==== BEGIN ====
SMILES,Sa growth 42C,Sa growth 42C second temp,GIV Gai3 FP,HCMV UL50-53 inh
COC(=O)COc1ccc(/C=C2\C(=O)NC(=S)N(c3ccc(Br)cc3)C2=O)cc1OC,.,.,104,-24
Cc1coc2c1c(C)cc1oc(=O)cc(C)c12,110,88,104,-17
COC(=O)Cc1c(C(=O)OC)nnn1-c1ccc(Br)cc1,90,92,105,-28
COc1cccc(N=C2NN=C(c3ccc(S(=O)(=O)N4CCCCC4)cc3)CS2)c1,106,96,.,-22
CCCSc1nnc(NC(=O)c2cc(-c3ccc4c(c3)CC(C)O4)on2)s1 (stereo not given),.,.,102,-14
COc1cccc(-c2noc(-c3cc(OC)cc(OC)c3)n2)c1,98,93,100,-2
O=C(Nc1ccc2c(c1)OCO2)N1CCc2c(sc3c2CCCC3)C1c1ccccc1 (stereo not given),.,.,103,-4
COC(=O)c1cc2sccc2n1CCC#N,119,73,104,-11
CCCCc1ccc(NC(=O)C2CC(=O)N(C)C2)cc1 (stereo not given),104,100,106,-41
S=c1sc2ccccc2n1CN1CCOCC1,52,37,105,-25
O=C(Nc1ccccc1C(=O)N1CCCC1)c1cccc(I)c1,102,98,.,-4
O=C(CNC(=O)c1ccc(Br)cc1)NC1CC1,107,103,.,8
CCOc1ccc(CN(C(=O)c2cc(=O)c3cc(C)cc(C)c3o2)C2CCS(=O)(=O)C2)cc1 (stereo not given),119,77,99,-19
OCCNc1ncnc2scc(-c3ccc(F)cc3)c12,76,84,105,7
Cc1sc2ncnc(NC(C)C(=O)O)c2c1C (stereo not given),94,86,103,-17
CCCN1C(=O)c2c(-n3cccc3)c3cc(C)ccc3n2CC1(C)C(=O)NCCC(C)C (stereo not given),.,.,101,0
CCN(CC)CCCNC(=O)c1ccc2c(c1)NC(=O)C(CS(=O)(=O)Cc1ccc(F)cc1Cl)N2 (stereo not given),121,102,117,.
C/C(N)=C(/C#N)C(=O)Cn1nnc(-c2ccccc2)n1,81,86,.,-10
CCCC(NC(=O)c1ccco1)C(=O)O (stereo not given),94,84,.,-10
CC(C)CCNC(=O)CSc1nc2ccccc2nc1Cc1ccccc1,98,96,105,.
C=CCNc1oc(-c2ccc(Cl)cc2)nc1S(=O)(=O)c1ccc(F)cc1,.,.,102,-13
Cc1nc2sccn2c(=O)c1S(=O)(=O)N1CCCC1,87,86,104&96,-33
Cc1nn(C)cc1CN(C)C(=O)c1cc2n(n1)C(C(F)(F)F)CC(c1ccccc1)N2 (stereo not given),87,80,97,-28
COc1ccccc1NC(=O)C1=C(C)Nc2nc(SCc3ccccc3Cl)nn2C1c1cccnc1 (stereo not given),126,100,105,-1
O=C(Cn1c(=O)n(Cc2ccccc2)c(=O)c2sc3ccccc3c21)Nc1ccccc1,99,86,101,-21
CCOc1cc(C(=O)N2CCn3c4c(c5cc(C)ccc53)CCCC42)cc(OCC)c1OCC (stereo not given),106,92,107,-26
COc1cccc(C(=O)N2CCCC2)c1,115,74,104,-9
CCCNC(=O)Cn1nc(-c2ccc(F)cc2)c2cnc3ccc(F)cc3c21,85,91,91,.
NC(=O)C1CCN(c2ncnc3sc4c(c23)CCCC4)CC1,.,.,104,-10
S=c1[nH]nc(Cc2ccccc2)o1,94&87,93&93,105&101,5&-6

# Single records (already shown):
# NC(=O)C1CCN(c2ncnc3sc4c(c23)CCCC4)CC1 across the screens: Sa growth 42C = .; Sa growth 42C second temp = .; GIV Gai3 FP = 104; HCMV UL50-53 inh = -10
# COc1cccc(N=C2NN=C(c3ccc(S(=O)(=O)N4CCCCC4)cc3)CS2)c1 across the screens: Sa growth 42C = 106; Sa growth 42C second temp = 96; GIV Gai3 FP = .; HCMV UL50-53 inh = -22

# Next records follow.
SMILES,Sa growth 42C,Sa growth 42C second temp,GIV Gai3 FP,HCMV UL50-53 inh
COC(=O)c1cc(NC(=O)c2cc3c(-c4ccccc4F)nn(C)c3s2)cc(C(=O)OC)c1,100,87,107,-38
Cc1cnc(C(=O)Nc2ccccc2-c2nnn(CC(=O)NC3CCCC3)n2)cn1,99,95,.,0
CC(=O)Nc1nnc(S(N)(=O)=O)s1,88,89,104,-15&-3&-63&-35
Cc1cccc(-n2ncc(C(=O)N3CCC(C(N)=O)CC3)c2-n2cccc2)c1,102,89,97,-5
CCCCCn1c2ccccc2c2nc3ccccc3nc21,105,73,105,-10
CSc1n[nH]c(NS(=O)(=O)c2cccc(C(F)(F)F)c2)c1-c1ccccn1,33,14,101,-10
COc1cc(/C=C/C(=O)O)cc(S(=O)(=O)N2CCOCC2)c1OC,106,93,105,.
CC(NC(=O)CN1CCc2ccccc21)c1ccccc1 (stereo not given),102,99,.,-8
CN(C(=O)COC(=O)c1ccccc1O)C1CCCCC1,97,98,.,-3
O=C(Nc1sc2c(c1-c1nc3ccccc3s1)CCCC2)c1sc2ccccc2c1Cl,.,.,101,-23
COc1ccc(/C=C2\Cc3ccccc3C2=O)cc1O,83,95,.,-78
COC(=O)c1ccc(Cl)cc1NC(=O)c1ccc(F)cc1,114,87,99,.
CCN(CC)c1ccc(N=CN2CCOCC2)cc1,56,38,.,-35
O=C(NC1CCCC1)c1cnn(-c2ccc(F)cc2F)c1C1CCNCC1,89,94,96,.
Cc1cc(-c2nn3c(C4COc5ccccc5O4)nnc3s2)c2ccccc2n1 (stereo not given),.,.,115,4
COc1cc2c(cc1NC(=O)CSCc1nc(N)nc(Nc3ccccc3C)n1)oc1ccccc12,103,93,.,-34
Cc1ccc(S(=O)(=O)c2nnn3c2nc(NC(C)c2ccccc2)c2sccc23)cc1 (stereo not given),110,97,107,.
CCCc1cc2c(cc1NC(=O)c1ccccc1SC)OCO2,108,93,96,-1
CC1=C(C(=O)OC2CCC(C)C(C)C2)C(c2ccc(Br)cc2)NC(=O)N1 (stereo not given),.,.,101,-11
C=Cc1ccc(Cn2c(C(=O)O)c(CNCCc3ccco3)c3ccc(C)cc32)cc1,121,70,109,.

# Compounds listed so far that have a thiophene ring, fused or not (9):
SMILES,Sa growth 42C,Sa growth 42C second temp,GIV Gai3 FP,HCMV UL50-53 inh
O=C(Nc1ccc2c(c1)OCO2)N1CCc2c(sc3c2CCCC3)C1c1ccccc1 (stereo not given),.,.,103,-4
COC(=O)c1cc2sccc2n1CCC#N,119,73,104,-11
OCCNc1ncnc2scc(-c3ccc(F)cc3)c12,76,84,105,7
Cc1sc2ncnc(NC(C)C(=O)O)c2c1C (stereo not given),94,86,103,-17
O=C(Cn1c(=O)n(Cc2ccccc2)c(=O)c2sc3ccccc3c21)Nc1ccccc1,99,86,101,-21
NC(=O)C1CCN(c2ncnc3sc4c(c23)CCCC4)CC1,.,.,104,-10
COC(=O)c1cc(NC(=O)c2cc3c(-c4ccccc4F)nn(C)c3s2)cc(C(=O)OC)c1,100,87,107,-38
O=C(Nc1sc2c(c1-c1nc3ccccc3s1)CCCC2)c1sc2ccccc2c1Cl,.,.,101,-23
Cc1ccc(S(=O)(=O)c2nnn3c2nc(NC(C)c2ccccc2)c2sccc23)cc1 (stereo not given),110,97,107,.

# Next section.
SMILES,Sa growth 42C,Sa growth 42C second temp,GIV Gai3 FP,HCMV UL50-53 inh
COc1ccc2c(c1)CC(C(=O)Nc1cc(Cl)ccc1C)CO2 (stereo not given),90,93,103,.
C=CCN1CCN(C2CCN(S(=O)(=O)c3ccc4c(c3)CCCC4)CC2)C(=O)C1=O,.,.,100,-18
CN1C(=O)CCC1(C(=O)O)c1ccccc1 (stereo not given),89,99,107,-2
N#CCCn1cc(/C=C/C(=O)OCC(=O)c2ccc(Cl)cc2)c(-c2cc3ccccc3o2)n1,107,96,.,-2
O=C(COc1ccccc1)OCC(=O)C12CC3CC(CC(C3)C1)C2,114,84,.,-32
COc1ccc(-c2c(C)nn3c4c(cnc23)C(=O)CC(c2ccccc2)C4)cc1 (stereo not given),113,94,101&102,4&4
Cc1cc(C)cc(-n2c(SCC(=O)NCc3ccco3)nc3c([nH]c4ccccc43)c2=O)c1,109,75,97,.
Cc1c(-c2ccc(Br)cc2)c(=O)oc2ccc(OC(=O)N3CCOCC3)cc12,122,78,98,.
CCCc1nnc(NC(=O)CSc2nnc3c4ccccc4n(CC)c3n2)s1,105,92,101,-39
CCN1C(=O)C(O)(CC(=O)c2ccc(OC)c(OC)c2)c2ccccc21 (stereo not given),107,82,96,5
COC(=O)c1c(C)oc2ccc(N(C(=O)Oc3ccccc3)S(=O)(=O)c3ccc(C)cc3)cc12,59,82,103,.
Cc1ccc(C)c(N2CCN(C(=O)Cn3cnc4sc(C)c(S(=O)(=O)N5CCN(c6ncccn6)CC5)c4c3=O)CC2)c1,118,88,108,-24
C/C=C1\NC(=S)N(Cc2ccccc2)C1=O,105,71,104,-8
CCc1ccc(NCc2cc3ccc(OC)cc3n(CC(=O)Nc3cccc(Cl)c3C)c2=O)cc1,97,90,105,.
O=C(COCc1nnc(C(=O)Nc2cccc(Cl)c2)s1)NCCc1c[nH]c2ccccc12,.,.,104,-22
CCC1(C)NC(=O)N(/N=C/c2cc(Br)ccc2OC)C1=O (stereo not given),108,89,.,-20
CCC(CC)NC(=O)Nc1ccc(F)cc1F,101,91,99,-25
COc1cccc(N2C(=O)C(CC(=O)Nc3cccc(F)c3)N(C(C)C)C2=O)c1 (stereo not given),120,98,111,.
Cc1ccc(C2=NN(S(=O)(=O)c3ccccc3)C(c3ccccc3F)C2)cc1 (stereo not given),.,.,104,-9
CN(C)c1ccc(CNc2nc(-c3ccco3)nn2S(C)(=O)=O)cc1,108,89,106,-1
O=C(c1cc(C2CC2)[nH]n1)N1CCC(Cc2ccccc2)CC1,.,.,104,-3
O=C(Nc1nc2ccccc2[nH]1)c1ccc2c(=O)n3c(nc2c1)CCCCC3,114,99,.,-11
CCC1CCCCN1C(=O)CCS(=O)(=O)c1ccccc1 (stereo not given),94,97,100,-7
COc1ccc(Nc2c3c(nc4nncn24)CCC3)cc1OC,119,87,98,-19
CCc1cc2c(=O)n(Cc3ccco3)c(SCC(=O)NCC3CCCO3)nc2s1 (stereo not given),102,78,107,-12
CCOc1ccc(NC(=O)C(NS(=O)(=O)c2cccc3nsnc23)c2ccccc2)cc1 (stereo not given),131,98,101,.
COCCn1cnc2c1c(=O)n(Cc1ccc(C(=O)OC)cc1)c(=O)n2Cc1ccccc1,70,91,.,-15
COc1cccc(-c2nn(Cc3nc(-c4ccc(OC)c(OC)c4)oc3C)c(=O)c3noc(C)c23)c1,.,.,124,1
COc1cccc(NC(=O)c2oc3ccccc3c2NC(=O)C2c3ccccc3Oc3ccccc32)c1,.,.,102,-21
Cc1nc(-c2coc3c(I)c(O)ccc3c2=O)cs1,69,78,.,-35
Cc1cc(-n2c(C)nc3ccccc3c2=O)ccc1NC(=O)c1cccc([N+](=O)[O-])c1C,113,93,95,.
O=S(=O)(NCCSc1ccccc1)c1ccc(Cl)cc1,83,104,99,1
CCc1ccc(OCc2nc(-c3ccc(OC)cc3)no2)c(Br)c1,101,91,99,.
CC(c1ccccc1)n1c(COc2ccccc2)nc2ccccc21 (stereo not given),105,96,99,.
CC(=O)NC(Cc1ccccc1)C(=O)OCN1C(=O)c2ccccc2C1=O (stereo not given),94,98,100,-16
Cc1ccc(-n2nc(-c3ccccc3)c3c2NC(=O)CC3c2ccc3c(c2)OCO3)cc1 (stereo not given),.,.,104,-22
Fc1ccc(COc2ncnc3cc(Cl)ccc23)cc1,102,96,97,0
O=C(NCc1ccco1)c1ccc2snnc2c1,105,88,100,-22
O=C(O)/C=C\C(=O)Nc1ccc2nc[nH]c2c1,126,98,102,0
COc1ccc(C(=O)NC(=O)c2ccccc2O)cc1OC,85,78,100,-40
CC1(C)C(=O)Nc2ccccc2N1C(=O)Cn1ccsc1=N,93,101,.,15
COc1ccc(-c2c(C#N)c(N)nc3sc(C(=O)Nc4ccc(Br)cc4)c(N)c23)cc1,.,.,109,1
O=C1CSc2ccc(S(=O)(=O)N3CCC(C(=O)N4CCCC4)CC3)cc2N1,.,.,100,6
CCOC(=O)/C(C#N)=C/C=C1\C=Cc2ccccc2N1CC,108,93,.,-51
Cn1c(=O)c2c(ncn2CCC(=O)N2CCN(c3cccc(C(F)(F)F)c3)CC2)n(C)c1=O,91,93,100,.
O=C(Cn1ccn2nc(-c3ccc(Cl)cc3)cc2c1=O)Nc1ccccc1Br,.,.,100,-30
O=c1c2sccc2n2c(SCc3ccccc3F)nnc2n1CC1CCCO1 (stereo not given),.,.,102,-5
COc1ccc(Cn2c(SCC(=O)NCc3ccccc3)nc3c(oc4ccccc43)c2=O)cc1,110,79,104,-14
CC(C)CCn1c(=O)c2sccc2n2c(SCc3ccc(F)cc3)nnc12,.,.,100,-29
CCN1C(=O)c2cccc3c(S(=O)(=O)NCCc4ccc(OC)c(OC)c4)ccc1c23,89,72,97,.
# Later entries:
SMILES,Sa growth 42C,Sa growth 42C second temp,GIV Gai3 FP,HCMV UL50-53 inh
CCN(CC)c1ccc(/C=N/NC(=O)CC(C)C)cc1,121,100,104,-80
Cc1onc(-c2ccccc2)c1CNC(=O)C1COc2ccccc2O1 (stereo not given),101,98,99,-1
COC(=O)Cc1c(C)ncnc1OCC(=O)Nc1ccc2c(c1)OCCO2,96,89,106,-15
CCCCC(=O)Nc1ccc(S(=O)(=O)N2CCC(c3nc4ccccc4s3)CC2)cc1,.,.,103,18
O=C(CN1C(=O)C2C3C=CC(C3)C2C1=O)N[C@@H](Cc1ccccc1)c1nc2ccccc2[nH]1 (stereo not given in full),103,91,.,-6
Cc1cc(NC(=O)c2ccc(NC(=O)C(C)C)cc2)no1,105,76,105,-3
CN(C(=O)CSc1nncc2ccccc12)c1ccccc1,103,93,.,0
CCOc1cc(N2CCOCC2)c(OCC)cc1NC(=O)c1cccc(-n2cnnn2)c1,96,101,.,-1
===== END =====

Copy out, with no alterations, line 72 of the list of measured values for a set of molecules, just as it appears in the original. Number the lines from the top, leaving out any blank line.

CN1C(=O)CCC1(C(=O)O)c1ccccc1 (stereo not given),89,99,107,-2